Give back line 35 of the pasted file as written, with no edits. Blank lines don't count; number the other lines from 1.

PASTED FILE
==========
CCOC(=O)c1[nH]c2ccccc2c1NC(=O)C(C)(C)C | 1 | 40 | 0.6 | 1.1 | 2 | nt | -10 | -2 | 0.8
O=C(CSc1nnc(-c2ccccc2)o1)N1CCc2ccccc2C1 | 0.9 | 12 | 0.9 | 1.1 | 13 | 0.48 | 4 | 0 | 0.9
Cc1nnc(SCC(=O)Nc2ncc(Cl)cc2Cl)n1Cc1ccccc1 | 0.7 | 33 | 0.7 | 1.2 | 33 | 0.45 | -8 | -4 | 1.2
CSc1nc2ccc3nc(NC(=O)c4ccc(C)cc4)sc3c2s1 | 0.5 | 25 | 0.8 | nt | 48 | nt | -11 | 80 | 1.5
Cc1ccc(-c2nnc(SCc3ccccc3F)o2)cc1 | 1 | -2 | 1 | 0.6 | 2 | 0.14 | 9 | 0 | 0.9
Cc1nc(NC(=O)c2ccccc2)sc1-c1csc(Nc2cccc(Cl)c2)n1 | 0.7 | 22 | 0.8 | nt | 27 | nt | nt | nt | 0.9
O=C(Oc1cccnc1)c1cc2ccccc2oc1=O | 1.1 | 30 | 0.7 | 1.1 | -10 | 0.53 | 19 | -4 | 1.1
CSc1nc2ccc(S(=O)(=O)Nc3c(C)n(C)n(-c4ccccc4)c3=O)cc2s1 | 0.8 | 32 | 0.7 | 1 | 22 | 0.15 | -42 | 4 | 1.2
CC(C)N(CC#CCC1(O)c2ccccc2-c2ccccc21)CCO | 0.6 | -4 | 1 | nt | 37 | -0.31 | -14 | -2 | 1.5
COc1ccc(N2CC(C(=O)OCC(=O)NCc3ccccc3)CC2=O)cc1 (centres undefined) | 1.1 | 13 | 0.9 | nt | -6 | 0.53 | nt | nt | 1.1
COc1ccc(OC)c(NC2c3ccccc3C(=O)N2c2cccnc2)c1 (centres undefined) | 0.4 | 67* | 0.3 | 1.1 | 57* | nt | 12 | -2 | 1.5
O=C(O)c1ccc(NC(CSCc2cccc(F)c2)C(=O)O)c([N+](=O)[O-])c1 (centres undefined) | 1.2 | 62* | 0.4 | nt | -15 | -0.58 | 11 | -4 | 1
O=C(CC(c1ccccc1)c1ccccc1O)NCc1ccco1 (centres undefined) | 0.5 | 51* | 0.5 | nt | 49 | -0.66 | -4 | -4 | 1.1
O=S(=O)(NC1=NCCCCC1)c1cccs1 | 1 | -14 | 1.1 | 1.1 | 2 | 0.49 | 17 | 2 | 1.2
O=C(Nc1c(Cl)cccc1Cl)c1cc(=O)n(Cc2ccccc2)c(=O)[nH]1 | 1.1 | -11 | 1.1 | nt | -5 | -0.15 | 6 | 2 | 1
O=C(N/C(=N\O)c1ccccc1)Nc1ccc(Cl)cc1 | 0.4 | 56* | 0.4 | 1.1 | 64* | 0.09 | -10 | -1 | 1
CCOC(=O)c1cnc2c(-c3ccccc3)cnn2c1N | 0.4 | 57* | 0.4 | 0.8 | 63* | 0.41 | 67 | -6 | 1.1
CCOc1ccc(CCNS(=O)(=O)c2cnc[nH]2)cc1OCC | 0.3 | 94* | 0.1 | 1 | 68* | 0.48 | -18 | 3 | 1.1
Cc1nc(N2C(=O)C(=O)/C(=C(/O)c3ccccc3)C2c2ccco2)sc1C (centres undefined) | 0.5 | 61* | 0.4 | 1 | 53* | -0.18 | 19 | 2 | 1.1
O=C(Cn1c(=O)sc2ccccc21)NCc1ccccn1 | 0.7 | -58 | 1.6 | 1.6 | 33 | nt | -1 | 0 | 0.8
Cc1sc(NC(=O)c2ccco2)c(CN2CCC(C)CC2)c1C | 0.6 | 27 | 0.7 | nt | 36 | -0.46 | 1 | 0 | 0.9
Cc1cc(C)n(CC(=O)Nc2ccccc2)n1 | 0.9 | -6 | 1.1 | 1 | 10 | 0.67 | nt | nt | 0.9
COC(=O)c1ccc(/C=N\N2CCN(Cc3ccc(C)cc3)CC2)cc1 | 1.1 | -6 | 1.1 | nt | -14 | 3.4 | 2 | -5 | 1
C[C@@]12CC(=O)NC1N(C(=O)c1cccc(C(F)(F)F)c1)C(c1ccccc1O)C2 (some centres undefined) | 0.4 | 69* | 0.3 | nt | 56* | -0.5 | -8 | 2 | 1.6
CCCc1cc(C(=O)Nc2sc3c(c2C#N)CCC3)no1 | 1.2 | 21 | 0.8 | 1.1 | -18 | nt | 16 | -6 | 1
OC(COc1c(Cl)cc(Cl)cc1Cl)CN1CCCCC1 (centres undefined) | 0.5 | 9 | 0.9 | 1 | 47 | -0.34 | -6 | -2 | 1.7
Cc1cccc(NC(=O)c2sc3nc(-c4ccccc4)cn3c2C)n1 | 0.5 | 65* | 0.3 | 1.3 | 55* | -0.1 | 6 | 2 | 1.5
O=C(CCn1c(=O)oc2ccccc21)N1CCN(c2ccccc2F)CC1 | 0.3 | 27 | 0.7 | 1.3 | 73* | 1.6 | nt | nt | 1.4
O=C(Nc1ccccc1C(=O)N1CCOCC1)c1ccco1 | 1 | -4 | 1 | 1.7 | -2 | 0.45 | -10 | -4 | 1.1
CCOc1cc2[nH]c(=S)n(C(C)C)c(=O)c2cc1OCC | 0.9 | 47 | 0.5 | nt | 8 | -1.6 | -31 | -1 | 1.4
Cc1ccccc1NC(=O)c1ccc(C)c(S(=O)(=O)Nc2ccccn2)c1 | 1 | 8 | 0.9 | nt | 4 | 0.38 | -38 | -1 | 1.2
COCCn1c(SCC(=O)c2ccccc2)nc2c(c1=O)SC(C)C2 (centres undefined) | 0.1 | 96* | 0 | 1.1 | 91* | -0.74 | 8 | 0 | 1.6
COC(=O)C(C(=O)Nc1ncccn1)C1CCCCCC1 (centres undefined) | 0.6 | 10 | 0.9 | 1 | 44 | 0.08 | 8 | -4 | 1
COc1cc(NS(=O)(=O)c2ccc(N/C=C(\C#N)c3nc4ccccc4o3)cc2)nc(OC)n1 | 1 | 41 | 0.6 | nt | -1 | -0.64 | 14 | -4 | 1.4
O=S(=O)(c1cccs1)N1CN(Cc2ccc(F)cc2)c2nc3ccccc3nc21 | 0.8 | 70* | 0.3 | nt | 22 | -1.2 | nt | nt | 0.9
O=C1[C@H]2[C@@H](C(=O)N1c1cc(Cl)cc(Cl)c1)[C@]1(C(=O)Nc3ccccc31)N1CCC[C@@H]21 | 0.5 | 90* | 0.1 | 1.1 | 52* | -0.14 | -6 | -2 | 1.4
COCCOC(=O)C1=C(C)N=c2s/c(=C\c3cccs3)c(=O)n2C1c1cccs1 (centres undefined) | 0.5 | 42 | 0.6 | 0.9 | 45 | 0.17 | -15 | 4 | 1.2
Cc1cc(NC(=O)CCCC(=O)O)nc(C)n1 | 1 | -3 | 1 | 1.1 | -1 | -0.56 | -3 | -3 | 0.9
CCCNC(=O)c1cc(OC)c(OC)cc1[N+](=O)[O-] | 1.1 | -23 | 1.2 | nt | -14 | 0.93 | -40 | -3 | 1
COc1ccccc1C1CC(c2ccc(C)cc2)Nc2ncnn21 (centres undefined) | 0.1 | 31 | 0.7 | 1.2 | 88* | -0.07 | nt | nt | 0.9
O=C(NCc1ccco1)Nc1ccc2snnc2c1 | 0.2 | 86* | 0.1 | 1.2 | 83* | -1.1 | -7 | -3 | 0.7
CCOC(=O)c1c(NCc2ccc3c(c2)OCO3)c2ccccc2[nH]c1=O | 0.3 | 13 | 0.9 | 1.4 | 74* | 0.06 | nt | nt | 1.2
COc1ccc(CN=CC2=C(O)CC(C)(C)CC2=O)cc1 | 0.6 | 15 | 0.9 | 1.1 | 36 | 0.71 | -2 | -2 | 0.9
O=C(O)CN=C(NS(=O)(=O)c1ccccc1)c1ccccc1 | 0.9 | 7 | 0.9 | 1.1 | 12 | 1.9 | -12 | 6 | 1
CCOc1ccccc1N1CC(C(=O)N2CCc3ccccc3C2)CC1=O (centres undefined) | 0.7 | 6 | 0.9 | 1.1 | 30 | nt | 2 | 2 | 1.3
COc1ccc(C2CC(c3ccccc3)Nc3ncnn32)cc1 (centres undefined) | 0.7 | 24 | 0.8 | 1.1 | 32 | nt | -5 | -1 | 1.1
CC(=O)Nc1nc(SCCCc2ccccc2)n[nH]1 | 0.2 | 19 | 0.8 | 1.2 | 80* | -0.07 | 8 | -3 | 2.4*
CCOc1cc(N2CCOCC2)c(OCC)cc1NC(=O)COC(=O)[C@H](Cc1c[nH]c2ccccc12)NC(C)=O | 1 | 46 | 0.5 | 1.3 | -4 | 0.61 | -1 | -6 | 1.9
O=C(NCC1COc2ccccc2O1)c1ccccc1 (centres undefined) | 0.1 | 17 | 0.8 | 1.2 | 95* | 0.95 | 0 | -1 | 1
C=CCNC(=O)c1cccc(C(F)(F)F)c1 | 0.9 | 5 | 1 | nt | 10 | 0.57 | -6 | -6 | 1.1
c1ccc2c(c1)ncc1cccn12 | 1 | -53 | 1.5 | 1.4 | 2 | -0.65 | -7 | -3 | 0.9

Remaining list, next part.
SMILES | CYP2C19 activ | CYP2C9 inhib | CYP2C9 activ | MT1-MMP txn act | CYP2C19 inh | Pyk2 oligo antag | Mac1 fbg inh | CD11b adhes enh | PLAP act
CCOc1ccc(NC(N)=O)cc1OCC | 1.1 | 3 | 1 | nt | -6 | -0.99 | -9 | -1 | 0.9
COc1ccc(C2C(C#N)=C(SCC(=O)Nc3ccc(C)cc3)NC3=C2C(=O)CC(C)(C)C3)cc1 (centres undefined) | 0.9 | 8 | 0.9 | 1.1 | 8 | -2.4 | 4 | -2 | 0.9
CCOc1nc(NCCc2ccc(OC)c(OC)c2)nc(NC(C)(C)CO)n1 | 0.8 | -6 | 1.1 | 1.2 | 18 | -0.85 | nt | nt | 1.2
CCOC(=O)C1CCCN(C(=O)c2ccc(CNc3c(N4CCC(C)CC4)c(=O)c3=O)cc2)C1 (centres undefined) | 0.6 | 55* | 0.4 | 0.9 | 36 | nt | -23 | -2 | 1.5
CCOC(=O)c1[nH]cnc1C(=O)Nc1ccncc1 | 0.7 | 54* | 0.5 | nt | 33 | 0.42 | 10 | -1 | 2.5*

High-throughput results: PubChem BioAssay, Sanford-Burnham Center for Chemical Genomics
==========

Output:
O=S(=O)(c1cccs1)N1CN(Cc2ccc(F)cc2)c2nc3ccccc3nc21 | 0.8 | 70* | 0.3 | nt | 22 | -1.2 | nt | nt | 0.9